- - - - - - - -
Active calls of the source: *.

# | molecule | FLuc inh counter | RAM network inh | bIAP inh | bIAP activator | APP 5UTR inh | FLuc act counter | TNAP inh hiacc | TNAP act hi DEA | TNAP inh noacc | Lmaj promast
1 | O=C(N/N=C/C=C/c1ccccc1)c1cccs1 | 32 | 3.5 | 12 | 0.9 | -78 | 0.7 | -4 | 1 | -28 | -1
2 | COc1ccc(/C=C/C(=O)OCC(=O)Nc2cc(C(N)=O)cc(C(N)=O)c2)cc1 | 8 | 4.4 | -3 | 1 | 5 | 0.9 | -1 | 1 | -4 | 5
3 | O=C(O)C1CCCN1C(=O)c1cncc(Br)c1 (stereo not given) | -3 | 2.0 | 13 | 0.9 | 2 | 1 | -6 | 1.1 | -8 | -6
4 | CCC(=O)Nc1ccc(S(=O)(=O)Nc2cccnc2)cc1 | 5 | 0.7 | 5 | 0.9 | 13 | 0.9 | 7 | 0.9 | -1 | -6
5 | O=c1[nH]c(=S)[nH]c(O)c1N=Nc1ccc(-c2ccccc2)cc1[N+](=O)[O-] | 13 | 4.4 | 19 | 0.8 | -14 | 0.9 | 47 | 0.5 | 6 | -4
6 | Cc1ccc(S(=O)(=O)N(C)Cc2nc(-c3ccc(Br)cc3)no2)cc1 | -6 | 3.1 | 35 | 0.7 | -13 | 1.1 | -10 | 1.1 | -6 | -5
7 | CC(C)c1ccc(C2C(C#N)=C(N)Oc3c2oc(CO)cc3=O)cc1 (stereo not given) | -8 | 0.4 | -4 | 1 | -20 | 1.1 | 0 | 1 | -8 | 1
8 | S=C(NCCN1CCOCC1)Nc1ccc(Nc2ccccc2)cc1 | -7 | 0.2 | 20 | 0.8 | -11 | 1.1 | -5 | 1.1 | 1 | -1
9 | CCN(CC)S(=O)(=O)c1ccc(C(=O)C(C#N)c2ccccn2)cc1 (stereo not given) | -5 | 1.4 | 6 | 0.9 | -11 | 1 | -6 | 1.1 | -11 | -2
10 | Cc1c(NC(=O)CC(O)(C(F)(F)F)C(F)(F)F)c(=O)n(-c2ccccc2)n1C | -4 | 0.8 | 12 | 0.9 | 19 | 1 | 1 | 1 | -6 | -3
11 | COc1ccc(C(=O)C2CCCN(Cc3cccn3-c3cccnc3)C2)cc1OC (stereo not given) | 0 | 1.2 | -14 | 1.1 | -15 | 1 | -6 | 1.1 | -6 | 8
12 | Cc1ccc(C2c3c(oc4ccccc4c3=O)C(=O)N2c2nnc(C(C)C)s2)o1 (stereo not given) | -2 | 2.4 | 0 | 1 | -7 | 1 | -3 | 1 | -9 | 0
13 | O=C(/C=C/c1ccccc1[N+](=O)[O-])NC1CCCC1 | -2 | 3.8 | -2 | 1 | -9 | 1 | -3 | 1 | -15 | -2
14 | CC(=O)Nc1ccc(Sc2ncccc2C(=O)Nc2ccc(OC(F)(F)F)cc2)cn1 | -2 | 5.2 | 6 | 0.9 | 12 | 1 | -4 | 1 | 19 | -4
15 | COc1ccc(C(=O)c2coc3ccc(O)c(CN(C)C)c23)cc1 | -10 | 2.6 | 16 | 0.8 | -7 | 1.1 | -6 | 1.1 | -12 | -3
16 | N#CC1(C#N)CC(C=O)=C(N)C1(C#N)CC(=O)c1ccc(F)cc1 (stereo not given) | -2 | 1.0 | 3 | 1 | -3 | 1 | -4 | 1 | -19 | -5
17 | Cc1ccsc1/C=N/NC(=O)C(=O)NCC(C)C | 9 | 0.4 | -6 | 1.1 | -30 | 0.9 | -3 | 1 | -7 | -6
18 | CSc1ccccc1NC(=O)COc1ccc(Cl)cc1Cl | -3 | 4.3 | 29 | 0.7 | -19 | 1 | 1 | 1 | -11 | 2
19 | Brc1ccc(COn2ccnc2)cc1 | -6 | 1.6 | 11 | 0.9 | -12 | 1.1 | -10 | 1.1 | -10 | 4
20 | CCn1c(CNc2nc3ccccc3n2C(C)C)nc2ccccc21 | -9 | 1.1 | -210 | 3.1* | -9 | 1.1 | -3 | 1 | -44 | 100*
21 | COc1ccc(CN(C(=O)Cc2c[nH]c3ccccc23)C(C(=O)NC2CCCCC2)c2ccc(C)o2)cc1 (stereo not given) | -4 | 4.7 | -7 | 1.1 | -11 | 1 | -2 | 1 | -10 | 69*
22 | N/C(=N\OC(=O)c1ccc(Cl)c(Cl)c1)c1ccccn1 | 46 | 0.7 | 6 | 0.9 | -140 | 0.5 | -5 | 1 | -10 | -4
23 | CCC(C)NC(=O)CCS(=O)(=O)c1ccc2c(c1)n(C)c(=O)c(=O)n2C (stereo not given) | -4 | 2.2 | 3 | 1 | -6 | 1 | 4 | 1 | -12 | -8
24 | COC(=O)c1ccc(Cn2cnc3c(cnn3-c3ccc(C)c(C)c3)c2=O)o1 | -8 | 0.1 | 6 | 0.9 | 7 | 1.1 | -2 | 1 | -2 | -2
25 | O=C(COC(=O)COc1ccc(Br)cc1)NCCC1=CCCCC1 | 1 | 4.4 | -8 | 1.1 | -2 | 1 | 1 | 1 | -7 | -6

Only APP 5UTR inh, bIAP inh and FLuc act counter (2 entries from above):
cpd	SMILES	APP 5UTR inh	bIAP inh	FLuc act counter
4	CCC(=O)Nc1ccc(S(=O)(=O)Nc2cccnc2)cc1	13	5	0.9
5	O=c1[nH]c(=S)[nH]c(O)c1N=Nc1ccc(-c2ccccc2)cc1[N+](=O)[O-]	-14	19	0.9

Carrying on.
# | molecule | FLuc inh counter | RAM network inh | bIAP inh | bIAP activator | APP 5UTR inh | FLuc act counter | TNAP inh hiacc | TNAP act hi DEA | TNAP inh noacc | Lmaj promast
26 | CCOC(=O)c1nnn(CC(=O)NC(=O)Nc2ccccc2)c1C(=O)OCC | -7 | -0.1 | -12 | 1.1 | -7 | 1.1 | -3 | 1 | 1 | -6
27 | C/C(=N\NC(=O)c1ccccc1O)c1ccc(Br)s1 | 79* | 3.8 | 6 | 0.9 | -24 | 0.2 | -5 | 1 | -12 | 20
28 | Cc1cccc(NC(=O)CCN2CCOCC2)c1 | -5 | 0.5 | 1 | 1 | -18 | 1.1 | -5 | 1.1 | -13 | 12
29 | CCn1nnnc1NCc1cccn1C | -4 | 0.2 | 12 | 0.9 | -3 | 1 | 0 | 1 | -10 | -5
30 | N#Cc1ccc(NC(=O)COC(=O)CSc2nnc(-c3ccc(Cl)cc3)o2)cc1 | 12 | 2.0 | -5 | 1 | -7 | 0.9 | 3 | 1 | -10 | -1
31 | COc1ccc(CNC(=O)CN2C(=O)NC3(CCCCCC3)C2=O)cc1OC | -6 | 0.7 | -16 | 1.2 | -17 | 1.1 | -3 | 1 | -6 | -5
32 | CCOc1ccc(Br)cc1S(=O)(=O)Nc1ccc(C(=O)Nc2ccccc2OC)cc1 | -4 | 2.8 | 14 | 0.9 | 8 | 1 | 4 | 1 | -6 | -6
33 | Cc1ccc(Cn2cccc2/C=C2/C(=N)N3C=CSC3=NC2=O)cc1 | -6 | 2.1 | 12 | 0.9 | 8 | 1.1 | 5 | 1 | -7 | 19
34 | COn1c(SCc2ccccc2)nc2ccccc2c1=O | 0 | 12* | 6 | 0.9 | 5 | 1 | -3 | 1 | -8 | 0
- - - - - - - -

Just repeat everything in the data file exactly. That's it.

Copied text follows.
Active calls of the source: *.

# | molecule | FLuc inh counter | RAM network inh | bIAP inh | bIAP activator | APP 5UTR inh | FLuc act counter | TNAP inh hiacc | TNAP act hi DEA | TNAP inh noacc | Lmaj promast
1 | O=C(N/N=C/C=C/c1ccccc1)c1cccs1 | 32 | 3.5 | 12 | 0.9 | -78 | 0.7 | -4 | 1 | -28 | -1
2 | COc1ccc(/C=C/C(=O)OCC(=O)Nc2cc(C(N)=O)cc(C(N)=O)c2)cc1 | 8 | 4.4 | -3 | 1 | 5 | 0.9 | -1 | 1 | -4 | 5
3 | O=C(O)C1CCCN1C(=O)c1cncc(Br)c1 (stereo not given) | -3 | 2.0 | 13 | 0.9 | 2 | 1 | -6 | 1.1 | -8 | -6
4 | CCC(=O)Nc1ccc(S(=O)(=O)Nc2cccnc2)cc1 | 5 | 0.7 | 5 | 0.9 | 13 | 0.9 | 7 | 0.9 | -1 | -6
5 | O=c1[nH]c(=S)[nH]c(O)c1N=Nc1ccc(-c2ccccc2)cc1[N+](=O)[O-] | 13 | 4.4 | 19 | 0.8 | -14 | 0.9 | 47 | 0.5 | 6 | -4
6 | Cc1ccc(S(=O)(=O)N(C)Cc2nc(-c3ccc(Br)cc3)no2)cc1 | -6 | 3.1 | 35 | 0.7 | -13 | 1.1 | -10 | 1.1 | -6 | -5
7 | CC(C)c1ccc(C2C(C#N)=C(N)Oc3c2oc(CO)cc3=O)cc1 (stereo not given) | -8 | 0.4 | -4 | 1 | -20 | 1.1 | 0 | 1 | -8 | 1
8 | S=C(NCCN1CCOCC1)Nc1ccc(Nc2ccccc2)cc1 | -7 | 0.2 | 20 | 0.8 | -11 | 1.1 | -5 | 1.1 | 1 | -1
9 | CCN(CC)S(=O)(=O)c1ccc(C(=O)C(C#N)c2ccccn2)cc1 (stereo not given) | -5 | 1.4 | 6 | 0.9 | -11 | 1 | -6 | 1.1 | -11 | -2
10 | Cc1c(NC(=O)CC(O)(C(F)(F)F)C(F)(F)F)c(=O)n(-c2ccccc2)n1C | -4 | 0.8 | 12 | 0.9 | 19 | 1 | 1 | 1 | -6 | -3
11 | COc1ccc(C(=O)C2CCCN(Cc3cccn3-c3cccnc3)C2)cc1OC (stereo not given) | 0 | 1.2 | -14 | 1.1 | -15 | 1 | -6 | 1.1 | -6 | 8
12 | Cc1ccc(C2c3c(oc4ccccc4c3=O)C(=O)N2c2nnc(C(C)C)s2)o1 (stereo not given) | -2 | 2.4 | 0 | 1 | -7 | 1 | -3 | 1 | -9 | 0
13 | O=C(/C=C/c1ccccc1[N+](=O)[O-])NC1CCCC1 | -2 | 3.8 | -2 | 1 | -9 | 1 | -3 | 1 | -15 | -2
14 | CC(=O)Nc1ccc(Sc2ncccc2C(=O)Nc2ccc(OC(F)(F)F)cc2)cn1 | -2 | 5.2 | 6 | 0.9 | 12 | 1 | -4 | 1 | 19 | -4
15 | COc1ccc(C(=O)c2coc3ccc(O)c(CN(C)C)c23)cc1 | -10 | 2.6 | 16 | 0.8 | -7 | 1.1 | -6 | 1.1 | -12 | -3
16 | N#CC1(C#N)CC(C=O)=C(N)C1(C#N)CC(=O)c1ccc(F)cc1 (stereo not given) | -2 | 1.0 | 3 | 1 | -3 | 1 | -4 | 1 | -19 | -5
17 | Cc1ccsc1/C=N/NC(=O)C(=O)NCC(C)C | 9 | 0.4 | -6 | 1.1 | -30 | 0.9 | -3 | 1 | -7 | -6
18 | CSc1ccccc1NC(=O)COc1ccc(Cl)cc1Cl | -3 | 4.3 | 29 | 0.7 | -19 | 1 | 1 | 1 | -11 | 2
19 | Brc1ccc(COn2ccnc2)cc1 | -6 | 1.6 | 11 | 0.9 | -12 | 1.1 | -10 | 1.1 | -10 | 4
20 | CCn1c(CNc2nc3ccccc3n2C(C)C)nc2ccccc21 | -9 | 1.1 | -210 | 3.1* | -9 | 1.1 | -3 | 1 | -44 | 100*
21 | COc1ccc(CN(C(=O)Cc2c[nH]c3ccccc23)C(C(=O)NC2CCCCC2)c2ccc(C)o2)cc1 (stereo not given) | -4 | 4.7 | -7 | 1.1 | -11 | 1 | -2 | 1 | -10 | 69*
22 | N/C(=N\OC(=O)c1ccc(Cl)c(Cl)c1)c1ccccn1 | 46 | 0.7 | 6 | 0.9 | -140 | 0.5 | -5 | 1 | -10 | -4
23 | CCC(C)NC(=O)CCS(=O)(=O)c1ccc2c(c1)n(C)c(=O)c(=O)n2C (stereo not given) | -4 | 2.2 | 3 | 1 | -6 | 1 | 4 | 1 | -12 | -8
24 | COC(=O)c1ccc(Cn2cnc3c(cnn3-c3ccc(C)c(C)c3)c2=O)o1 | -8 | 0.1 | 6 | 0.9 | 7 | 1.1 | -2 | 1 | -2 | -2
25 | O=C(COC(=O)COc1ccc(Br)cc1)NCCC1=CCCCC1 | 1 | 4.4 | -8 | 1.1 | -2 | 1 | 1 | 1 | -7 | -6

Only APP 5UTR inh, bIAP inh and FLuc act counter (2 entries from above):
cpd	SMILES	APP 5UTR inh	bIAP inh	FLuc act counter
4	CCC(=O)Nc1ccc(S(=O)(=O)Nc2cccnc2)cc1	13	5	0.9
5	O=c1[nH]c(=S)[nH]c(O)c1N=Nc1ccc(-c2ccccc2)cc1[N+](=O)[O-]	-14	19	0.9

Carrying on.
# | molecule | FLuc inh counter | RAM network inh | bIAP inh | bIAP activator | APP 5UTR inh | FLuc act counter | TNAP inh hiacc | TNAP act hi DEA | TNAP inh noacc | Lmaj promast
26 | CCOC(=O)c1nnn(CC(=O)NC(=O)Nc2ccccc2)c1C(=O)OCC | -7 | -0.1 | -12 | 1.1 | -7 | 1.1 | -3 | 1 | 1 | -6
27 | C/C(=N\NC(=O)c1ccccc1O)c1ccc(Br)s1 | 79* | 3.8 | 6 | 0.9 | -24 | 0.2 | -5 | 1 | -12 | 20
28 | Cc1cccc(NC(=O)CCN2CCOCC2)c1 | -5 | 0.5 | 1 | 1 | -18 | 1.1 | -5 | 1.1 | -13 | 12
29 | CCn1nnnc1NCc1cccn1C | -4 | 0.2 | 12 | 0.9 | -3 | 1 | 0 | 1 | -10 | -5
30 | N#Cc1ccc(NC(=O)COC(=O)CSc2nnc(-c3ccc(Cl)cc3)o2)cc1 | 12 | 2.0 | -5 | 1 | -7 | 0.9 | 3 | 1 | -10 | -1
31 | COc1ccc(CNC(=O)CN2C(=O)NC3(CCCCCC3)C2=O)cc1OC | -6 | 0.7 | -16 | 1.2 | -17 | 1.1 | -3 | 1 | -6 | -5
32 | CCOc1ccc(Br)cc1S(=O)(=O)Nc1ccc(C(=O)Nc2ccccc2OC)cc1 | -4 | 2.8 | 14 | 0.9 | 8 | 1 | 4 | 1 | -6 | -6
33 | Cc1ccc(Cn2cccc2/C=C2/C(=N)N3C=CSC3=NC2=O)cc1 | -6 | 2.1 | 12 | 0.9 | 8 | 1.1 | 5 | 1 | -7 | 19
34 | COn1c(SCc2ccccc2)nc2ccccc2c1=O | 0 | 12* | 6 | 0.9 | 5 | 1 | -3 | 1 | -8 | 0